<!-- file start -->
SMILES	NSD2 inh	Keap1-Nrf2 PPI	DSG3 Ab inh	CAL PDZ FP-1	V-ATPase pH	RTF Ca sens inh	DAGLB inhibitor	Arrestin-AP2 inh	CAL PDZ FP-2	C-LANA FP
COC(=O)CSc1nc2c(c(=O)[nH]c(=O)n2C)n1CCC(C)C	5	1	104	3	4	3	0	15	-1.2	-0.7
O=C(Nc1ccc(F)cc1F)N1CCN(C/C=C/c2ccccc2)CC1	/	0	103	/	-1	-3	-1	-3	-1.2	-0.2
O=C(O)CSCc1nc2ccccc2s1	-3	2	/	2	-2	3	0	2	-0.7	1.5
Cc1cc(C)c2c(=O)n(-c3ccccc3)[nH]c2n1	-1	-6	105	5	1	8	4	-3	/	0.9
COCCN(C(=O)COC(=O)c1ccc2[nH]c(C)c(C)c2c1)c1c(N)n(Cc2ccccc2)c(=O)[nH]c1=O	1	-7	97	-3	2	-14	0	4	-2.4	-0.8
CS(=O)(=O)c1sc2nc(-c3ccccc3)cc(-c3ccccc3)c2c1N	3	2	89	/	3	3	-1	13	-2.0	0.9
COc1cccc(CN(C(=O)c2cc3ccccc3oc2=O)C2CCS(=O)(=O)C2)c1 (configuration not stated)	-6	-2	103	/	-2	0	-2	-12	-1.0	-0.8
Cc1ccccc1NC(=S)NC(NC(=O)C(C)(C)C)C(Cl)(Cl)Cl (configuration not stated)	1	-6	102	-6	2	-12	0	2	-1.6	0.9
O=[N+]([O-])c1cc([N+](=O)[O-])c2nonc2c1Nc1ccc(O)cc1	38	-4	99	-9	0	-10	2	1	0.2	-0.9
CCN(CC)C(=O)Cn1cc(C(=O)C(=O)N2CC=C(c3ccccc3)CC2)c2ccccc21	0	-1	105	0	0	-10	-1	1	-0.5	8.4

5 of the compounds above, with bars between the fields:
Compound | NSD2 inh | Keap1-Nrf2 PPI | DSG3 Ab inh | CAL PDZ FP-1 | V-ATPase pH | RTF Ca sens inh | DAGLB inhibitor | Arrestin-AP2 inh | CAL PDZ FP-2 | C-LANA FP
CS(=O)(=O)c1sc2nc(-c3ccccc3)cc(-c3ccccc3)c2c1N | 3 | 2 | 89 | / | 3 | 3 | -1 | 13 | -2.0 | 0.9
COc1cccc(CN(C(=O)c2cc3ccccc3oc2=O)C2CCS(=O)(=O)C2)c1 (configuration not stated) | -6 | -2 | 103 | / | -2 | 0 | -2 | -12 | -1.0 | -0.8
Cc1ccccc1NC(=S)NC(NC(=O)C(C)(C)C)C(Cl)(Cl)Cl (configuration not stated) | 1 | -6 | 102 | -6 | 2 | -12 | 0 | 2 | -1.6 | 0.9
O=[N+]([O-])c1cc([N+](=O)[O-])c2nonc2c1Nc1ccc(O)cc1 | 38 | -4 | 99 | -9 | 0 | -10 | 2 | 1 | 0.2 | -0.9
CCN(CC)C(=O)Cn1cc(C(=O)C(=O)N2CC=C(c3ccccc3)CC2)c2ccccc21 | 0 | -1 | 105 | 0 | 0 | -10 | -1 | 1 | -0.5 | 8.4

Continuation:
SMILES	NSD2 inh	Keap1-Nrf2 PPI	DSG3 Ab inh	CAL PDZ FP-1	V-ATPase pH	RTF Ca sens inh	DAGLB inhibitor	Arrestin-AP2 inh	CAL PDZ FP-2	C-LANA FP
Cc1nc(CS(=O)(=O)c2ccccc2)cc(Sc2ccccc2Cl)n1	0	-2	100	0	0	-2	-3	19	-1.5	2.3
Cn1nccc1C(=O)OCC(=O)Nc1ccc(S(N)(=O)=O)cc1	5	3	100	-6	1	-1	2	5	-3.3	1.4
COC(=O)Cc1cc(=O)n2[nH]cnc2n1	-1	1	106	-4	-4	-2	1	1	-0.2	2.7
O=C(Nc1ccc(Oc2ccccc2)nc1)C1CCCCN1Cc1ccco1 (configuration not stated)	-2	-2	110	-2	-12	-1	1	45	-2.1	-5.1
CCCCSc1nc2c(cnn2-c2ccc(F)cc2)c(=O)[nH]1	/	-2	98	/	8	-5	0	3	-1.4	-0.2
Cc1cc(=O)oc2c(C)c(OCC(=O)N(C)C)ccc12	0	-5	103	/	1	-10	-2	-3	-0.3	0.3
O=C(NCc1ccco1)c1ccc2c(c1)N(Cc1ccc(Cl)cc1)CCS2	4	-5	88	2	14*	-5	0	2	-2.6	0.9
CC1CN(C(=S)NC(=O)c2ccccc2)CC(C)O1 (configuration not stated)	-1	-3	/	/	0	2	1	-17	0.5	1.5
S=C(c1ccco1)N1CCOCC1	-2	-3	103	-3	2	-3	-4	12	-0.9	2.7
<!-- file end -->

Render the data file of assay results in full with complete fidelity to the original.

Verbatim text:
SMILES	NSD2 inh	Keap1-Nrf2 PPI	DSG3 Ab inh	CAL PDZ FP-1	V-ATPase pH	RTF Ca sens inh	DAGLB inhibitor	Arrestin-AP2 inh	CAL PDZ FP-2	C-LANA FP
COC(=O)CSc1nc2c(c(=O)[nH]c(=O)n2C)n1CCC(C)C	5	1	104	3	4	3	0	15	-1.2	-0.7
O=C(Nc1ccc(F)cc1F)N1CCN(C/C=C/c2ccccc2)CC1	/	0	103	/	-1	-3	-1	-3	-1.2	-0.2
O=C(O)CSCc1nc2ccccc2s1	-3	2	/	2	-2	3	0	2	-0.7	1.5
Cc1cc(C)c2c(=O)n(-c3ccccc3)[nH]c2n1	-1	-6	105	5	1	8	4	-3	/	0.9
COCCN(C(=O)COC(=O)c1ccc2[nH]c(C)c(C)c2c1)c1c(N)n(Cc2ccccc2)c(=O)[nH]c1=O	1	-7	97	-3	2	-14	0	4	-2.4	-0.8
CS(=O)(=O)c1sc2nc(-c3ccccc3)cc(-c3ccccc3)c2c1N	3	2	89	/	3	3	-1	13	-2.0	0.9
COc1cccc(CN(C(=O)c2cc3ccccc3oc2=O)C2CCS(=O)(=O)C2)c1 (configuration not stated)	-6	-2	103	/	-2	0	-2	-12	-1.0	-0.8
Cc1ccccc1NC(=S)NC(NC(=O)C(C)(C)C)C(Cl)(Cl)Cl (configuration not stated)	1	-6	102	-6	2	-12	0	2	-1.6	0.9
O=[N+]([O-])c1cc([N+](=O)[O-])c2nonc2c1Nc1ccc(O)cc1	38	-4	99	-9	0	-10	2	1	0.2	-0.9
CCN(CC)C(=O)Cn1cc(C(=O)C(=O)N2CC=C(c3ccccc3)CC2)c2ccccc21	0	-1	105	0	0	-10	-1	1	-0.5	8.4

5 of the compounds above, with bars between the fields:
Compound | NSD2 inh | Keap1-Nrf2 PPI | DSG3 Ab inh | CAL PDZ FP-1 | V-ATPase pH | RTF Ca sens inh | DAGLB inhibitor | Arrestin-AP2 inh | CAL PDZ FP-2 | C-LANA FP
CS(=O)(=O)c1sc2nc(-c3ccccc3)cc(-c3ccccc3)c2c1N | 3 | 2 | 89 | / | 3 | 3 | -1 | 13 | -2.0 | 0.9
COc1cccc(CN(C(=O)c2cc3ccccc3oc2=O)C2CCS(=O)(=O)C2)c1 (configuration not stated) | -6 | -2 | 103 | / | -2 | 0 | -2 | -12 | -1.0 | -0.8
Cc1ccccc1NC(=S)NC(NC(=O)C(C)(C)C)C(Cl)(Cl)Cl (configuration not stated) | 1 | -6 | 102 | -6 | 2 | -12 | 0 | 2 | -1.6 | 0.9
O=[N+]([O-])c1cc([N+](=O)[O-])c2nonc2c1Nc1ccc(O)cc1 | 38 | -4 | 99 | -9 | 0 | -10 | 2 | 1 | 0.2 | -0.9
CCN(CC)C(=O)Cn1cc(C(=O)C(=O)N2CC=C(c3ccccc3)CC2)c2ccccc21 | 0 | -1 | 105 | 0 | 0 | -10 | -1 | 1 | -0.5 | 8.4

Continuation:
SMILES	NSD2 inh	Keap1-Nrf2 PPI	DSG3 Ab inh	CAL PDZ FP-1	V-ATPase pH	RTF Ca sens inh	DAGLB inhibitor	Arrestin-AP2 inh	CAL PDZ FP-2	C-LANA FP
Cc1nc(CS(=O)(=O)c2ccccc2)cc(Sc2ccccc2Cl)n1	0	-2	100	0	0	-2	-3	19	-1.5	2.3
Cn1nccc1C(=O)OCC(=O)Nc1ccc(S(N)(=O)=O)cc1	5	3	100	-6	1	-1	2	5	-3.3	1.4
COC(=O)Cc1cc(=O)n2[nH]cnc2n1	-1	1	106	-4	-4	-2	1	1	-0.2	2.7
O=C(Nc1ccc(Oc2ccccc2)nc1)C1CCCCN1Cc1ccco1 (configuration not stated)	-2	-2	110	-2	-12	-1	1	45	-2.1	-5.1
CCCCSc1nc2c(cnn2-c2ccc(F)cc2)c(=O)[nH]1	/	-2	98	/	8	-5	0	3	-1.4	-0.2
Cc1cc(=O)oc2c(C)c(OCC(=O)N(C)C)ccc12	0	-5	103	/	1	-10	-2	-3	-0.3	0.3
O=C(NCc1ccco1)c1ccc2c(c1)N(Cc1ccc(Cl)cc1)CCS2	4	-5	88	2	14*	-5	0	2	-2.6	0.9
CC1CN(C(=S)NC(=O)c2ccccc2)CC(C)O1 (configuration not stated)	-1	-3	/	/	0	2	1	-17	0.5	1.5
S=C(c1ccco1)N1CCOCC1	-2	-3	103	-3	2	-3	-4	12	-0.9	2.7